When I was editing Te Pipiwharauroa, for a change from the serious subjects I would often refer to some ridiculous Maori superstitions which invariably brought protests. But I scored well over my opponents. I suppose fishing, being one of the principal means of food supply for the people, is hedged in with superstition. When fishing for moki the Maoris are so superstitious that not even a particle of food is carried out to the fishing grounds in a canoe. I ridiculed the notion that a fish at the bottom of the sea could see any food in a canoe when it couldn't see the barbed hook hidden in the bait. The article was much read and discussed and when Dr. Wi Repa introduced me to the old and lame Popata, from Te Kaha, a stickler for Maori traditions and superstitions, who had come with a football team to Te Araroa, he said that I was the man who had laughed at the notion that a fish could see food in a canoe but could not see the fatal hook wrapped in a page 145bait. The old man was wise enough not to be drawn into an argument and simply said, "Doctor, I came to play football and, not to meet Reweti Kohere with his 'hook hidden in a bait.' "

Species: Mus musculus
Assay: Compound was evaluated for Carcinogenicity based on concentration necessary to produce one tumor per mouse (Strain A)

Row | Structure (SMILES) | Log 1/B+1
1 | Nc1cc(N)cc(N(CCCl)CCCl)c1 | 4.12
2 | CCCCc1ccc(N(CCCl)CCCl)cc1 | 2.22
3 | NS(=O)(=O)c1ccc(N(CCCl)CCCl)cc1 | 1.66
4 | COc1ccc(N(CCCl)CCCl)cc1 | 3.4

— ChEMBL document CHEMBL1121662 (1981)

Fish and Stone
I must put this on record, if only for the reason that it is an East Cape reminiscence.
Old Tete Korimete, two or three other young men and myself had pulled out for a day's fishing off East Island. Before we dropped anchor, Tete warned us against letting any fish we might catch come in contact with the stone sinkers or the spare stones we had with us, and, to be doubly sure, he asked us to put all stones into bags. He said that if a fish touched a stone we would catch no more fish that day and we then might just as well go home. After an hour's fishing we caught so many fish that they became mixed up and Tete's next fish was accidentally placed in the bag in which he had put his stones. The boys noticed Tete's oversight but they kept quiet. Suddenly, Tete realised his mistake and called out, "No more fish today, boys. I have put a fish in the same bag as the toone (stones); better pull up the anchor and go home." The boys giggled, but would not pull in their lines. Still they caught more fish. But old Tete, stubborn, conservative, and true to his up-bringing, would not admit that the old Maori notion was nonsensical. No more fishing for him that day. The boys made fun of old Tete when they got ashore and for many weeks and months they called him, "Toone" (stone).
An Ominous Fish
One more fish story. It is a Maori notion that a fish hooked by the belly instead of by the mouth is a sure sign that the fisher's wife is misconducting herself on shore and it inevitably spoils a man's fishing for the day.page 146